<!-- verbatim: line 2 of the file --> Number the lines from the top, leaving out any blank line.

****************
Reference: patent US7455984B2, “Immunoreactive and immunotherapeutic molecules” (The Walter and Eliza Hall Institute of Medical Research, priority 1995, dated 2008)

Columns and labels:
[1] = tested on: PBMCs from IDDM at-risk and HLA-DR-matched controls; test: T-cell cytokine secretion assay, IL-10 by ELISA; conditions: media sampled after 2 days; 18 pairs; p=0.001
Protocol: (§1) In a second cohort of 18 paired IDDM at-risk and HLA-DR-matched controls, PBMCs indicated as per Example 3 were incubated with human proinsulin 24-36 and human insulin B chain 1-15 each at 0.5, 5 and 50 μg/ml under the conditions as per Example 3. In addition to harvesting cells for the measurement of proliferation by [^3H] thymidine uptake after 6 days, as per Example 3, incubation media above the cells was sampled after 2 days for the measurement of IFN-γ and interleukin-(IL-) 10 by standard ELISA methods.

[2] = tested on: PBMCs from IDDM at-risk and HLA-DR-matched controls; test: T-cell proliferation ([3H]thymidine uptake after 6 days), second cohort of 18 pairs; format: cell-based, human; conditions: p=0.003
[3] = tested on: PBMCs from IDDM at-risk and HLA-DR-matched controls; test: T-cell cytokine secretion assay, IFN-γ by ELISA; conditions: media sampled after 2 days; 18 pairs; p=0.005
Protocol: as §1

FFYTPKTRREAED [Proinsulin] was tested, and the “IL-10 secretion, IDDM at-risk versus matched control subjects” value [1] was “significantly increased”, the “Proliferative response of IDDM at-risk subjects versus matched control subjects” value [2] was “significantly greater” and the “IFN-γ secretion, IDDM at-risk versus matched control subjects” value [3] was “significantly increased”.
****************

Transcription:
Columns and labels: